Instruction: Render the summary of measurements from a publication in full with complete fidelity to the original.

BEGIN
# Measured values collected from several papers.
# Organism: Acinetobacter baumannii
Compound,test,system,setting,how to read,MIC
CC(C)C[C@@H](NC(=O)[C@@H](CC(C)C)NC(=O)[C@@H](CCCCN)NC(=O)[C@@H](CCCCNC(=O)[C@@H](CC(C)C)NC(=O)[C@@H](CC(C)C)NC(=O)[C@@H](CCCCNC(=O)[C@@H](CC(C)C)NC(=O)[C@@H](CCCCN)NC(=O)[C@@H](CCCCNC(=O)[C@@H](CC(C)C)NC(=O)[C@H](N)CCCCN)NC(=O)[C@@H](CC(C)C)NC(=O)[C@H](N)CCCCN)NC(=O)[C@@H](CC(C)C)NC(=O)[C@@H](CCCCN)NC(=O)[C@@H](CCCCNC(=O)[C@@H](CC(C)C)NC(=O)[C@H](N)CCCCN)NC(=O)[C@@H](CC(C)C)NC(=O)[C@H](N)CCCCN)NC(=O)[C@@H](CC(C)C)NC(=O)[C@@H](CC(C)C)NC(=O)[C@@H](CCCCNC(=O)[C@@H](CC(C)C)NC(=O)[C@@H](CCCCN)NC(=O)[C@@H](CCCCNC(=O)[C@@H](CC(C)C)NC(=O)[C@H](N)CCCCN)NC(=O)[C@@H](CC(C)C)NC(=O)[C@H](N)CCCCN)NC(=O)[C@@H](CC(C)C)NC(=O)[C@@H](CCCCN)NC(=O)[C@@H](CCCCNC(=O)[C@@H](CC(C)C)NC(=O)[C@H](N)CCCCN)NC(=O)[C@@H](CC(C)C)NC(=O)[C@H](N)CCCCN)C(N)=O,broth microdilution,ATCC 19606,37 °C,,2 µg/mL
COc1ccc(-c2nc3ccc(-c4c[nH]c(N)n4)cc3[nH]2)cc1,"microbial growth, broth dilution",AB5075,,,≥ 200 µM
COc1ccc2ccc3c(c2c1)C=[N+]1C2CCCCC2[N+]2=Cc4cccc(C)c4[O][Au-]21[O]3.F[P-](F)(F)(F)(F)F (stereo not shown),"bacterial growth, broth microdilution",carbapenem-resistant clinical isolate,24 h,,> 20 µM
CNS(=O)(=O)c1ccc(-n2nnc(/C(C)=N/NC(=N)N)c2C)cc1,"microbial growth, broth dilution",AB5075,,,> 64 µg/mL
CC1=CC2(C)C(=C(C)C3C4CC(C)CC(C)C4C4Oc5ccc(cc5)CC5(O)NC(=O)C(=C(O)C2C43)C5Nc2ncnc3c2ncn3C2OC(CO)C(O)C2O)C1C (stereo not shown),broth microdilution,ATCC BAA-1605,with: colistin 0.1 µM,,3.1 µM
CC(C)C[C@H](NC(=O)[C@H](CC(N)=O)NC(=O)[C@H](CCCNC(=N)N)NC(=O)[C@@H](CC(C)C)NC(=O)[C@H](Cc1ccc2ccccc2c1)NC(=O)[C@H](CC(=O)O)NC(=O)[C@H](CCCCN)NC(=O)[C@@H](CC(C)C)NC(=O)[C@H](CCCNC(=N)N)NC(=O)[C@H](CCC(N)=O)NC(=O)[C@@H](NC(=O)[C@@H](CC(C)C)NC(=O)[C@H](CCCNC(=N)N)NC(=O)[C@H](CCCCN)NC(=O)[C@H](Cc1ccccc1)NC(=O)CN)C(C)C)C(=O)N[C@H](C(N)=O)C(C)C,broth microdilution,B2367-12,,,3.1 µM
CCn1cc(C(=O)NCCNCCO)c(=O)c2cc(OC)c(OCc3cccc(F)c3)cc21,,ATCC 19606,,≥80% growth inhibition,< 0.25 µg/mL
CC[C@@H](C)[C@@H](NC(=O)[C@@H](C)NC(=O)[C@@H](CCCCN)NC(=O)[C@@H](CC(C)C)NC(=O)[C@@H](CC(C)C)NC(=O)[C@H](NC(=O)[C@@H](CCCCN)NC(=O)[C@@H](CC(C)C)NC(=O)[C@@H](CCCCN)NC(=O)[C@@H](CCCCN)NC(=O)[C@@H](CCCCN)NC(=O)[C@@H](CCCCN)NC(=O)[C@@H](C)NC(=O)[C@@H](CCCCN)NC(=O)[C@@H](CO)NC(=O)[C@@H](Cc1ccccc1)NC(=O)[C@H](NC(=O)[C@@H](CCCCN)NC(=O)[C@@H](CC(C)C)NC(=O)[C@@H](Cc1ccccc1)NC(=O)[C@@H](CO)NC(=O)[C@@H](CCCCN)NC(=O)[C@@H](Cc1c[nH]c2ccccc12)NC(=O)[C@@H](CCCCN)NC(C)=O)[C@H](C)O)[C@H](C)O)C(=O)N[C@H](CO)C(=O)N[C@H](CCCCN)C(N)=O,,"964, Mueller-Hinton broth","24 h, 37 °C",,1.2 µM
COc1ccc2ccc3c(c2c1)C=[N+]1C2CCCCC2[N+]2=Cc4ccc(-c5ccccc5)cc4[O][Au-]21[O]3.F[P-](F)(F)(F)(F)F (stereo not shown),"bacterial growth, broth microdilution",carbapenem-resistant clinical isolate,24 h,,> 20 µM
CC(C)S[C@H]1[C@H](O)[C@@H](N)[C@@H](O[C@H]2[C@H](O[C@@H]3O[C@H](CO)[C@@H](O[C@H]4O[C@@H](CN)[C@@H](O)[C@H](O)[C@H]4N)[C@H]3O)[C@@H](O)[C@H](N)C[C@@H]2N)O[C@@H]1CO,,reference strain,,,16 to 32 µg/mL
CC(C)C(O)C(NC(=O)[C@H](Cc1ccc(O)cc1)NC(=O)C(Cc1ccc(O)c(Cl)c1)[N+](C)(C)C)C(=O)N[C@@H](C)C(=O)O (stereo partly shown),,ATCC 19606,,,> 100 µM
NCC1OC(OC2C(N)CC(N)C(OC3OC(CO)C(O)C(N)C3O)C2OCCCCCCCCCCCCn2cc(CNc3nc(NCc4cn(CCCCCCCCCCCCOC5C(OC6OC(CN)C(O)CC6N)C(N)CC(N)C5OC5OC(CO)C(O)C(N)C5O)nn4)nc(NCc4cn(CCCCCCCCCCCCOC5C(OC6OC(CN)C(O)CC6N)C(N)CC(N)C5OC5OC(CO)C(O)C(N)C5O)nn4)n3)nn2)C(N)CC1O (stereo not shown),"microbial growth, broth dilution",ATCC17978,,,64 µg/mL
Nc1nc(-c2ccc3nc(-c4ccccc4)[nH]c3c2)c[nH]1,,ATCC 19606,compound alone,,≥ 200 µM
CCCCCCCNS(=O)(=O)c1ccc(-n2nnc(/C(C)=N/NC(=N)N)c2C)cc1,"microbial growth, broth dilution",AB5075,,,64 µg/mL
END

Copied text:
# Measured values collected from several papers.
# Organism: Acinetobacter baumannii
Compound,test,system,setting,how to read,MIC
CC(C)C[C@@H](NC(=O)[C@@H](CC(C)C)NC(=O)[C@@H](CCCCN)NC(=O)[C@@H](CCCCNC(=O)[C@@H](CC(C)C)NC(=O)[C@@H](CC(C)C)NC(=O)[C@@H](CCCCNC(=O)[C@@H](CC(C)C)NC(=O)[C@@H](CCCCN)NC(=O)[C@@H](CCCCNC(=O)[C@@H](CC(C)C)NC(=O)[C@H](N)CCCCN)NC(=O)[C@@H](CC(C)C)NC(=O)[C@H](N)CCCCN)NC(=O)[C@@H](CC(C)C)NC(=O)[C@@H](CCCCN)NC(=O)[C@@H](CCCCNC(=O)[C@@H](CC(C)C)NC(=O)[C@H](N)CCCCN)NC(=O)[C@@H](CC(C)C)NC(=O)[C@H](N)CCCCN)NC(=O)[C@@H](CC(C)C)NC(=O)[C@@H](CC(C)C)NC(=O)[C@@H](CCCCNC(=O)[C@@H](CC(C)C)NC(=O)[C@@H](CCCCN)NC(=O)[C@@H](CCCCNC(=O)[C@@H](CC(C)C)NC(=O)[C@H](N)CCCCN)NC(=O)[C@@H](CC(C)C)NC(=O)[C@H](N)CCCCN)NC(=O)[C@@H](CC(C)C)NC(=O)[C@@H](CCCCN)NC(=O)[C@@H](CCCCNC(=O)[C@@H](CC(C)C)NC(=O)[C@H](N)CCCCN)NC(=O)[C@@H](CC(C)C)NC(=O)[C@H](N)CCCCN)C(N)=O,broth microdilution,ATCC 19606,37 °C,,2 µg/mL
COc1ccc(-c2nc3ccc(-c4c[nH]c(N)n4)cc3[nH]2)cc1,"microbial growth, broth dilution",AB5075,,,≥ 200 µM
COc1ccc2ccc3c(c2c1)C=[N+]1C2CCCCC2[N+]2=Cc4cccc(C)c4[O][Au-]21[O]3.F[P-](F)(F)(F)(F)F (stereo not shown),"bacterial growth, broth microdilution",carbapenem-resistant clinical isolate,24 h,,> 20 µM
CNS(=O)(=O)c1ccc(-n2nnc(/C(C)=N/NC(=N)N)c2C)cc1,"microbial growth, broth dilution",AB5075,,,> 64 µg/mL
CC1=CC2(C)C(=C(C)C3C4CC(C)CC(C)C4C4Oc5ccc(cc5)CC5(O)NC(=O)C(=C(O)C2C43)C5Nc2ncnc3c2ncn3C2OC(CO)C(O)C2O)C1C (stereo not shown),broth microdilution,ATCC BAA-1605,with: colistin 0.1 µM,,3.1 µM
CC(C)C[C@H](NC(=O)[C@H](CC(N)=O)NC(=O)[C@H](CCCNC(=N)N)NC(=O)[C@@H](CC(C)C)NC(=O)[C@H](Cc1ccc2ccccc2c1)NC(=O)[C@H](CC(=O)O)NC(=O)[C@H](CCCCN)NC(=O)[C@@H](CC(C)C)NC(=O)[C@H](CCCNC(=N)N)NC(=O)[C@H](CCC(N)=O)NC(=O)[C@@H](NC(=O)[C@@H](CC(C)C)NC(=O)[C@H](CCCNC(=N)N)NC(=O)[C@H](CCCCN)NC(=O)[C@H](Cc1ccccc1)NC(=O)CN)C(C)C)C(=O)N[C@H](C(N)=O)C(C)C,broth microdilution,B2367-12,,,3.1 µM
CCn1cc(C(=O)NCCNCCO)c(=O)c2cc(OC)c(OCc3cccc(F)c3)cc21,,ATCC 19606,,≥80% growth inhibition,< 0.25 µg/mL
CC[C@@H](C)[C@@H](NC(=O)[C@@H](C)NC(=O)[C@@H](CCCCN)NC(=O)[C@@H](CC(C)C)NC(=O)[C@@H](CC(C)C)NC(=O)[C@H](NC(=O)[C@@H](CCCCN)NC(=O)[C@@H](CC(C)C)NC(=O)[C@@H](CCCCN)NC(=O)[C@@H](CCCCN)NC(=O)[C@@H](CCCCN)NC(=O)[C@@H](CCCCN)NC(=O)[C@@H](C)NC(=O)[C@@H](CCCCN)NC(=O)[C@@H](CO)NC(=O)[C@@H](Cc1ccccc1)NC(=O)[C@H](NC(=O)[C@@H](CCCCN)NC(=O)[C@@H](CC(C)C)NC(=O)[C@@H](Cc1ccccc1)NC(=O)[C@@H](CO)NC(=O)[C@@H](CCCCN)NC(=O)[C@@H](Cc1c[nH]c2ccccc12)NC(=O)[C@@H](CCCCN)NC(C)=O)[C@H](C)O)[C@H](C)O)C(=O)N[C@H](CO)C(=O)N[C@H](CCCCN)C(N)=O,,"964, Mueller-Hinton broth","24 h, 37 °C",,1.2 µM
COc1ccc2ccc3c(c2c1)C=[N+]1C2CCCCC2[N+]2=Cc4ccc(-c5ccccc5)cc4[O][Au-]21[O]3.F[P-](F)(F)(F)(F)F (stereo not shown),"bacterial growth, broth microdilution",carbapenem-resistant clinical isolate,24 h,,> 20 µM
CC(C)S[C@H]1[C@H](O)[C@@H](N)[C@@H](O[C@H]2[C@H](O[C@@H]3O[C@H](CO)[C@@H](O[C@H]4O[C@@H](CN)[C@@H](O)[C@H](O)[C@H]4N)[C@H]3O)[C@@H](O)[C@H](N)C[C@@H]2N)O[C@@H]1CO,,reference strain,,,16 to 32 µg/mL
CC(C)C(O)C(NC(=O)[C@H](Cc1ccc(O)cc1)NC(=O)C(Cc1ccc(O)c(Cl)c1)[N+](C)(C)C)C(=O)N[C@@H](C)C(=O)O (stereo partly shown),,ATCC 19606,,,> 100 µM
NCC1OC(OC2C(N)CC(N)C(OC3OC(CO)C(O)C(N)C3O)C2OCCCCCCCCCCCCn2cc(CNc3nc(NCc4cn(CCCCCCCCCCCCOC5C(OC6OC(CN)C(O)CC6N)C(N)CC(N)C5OC5OC(CO)C(O)C(N)C5O)nn4)nc(NCc4cn(CCCCCCCCCCCCOC5C(OC6OC(CN)C(O)CC6N)C(N)CC(N)C5OC5OC(CO)C(O)C(N)C5O)nn4)n3)nn2)C(N)CC1O (stereo not shown),"microbial growth, broth dilution",ATCC17978,,,64 µg/mL
Nc1nc(-c2ccc3nc(-c4ccccc4)[nH]c3c2)c[nH]1,,ATCC 19606,compound alone,,≥ 200 µM
CCCCCCCNS(=O)(=O)c1ccc(-n2nnc(/C(C)=N/NC(=N)N)c2C)cc1,"microbial growth, broth dilution",AB5075,,,64 µg/mL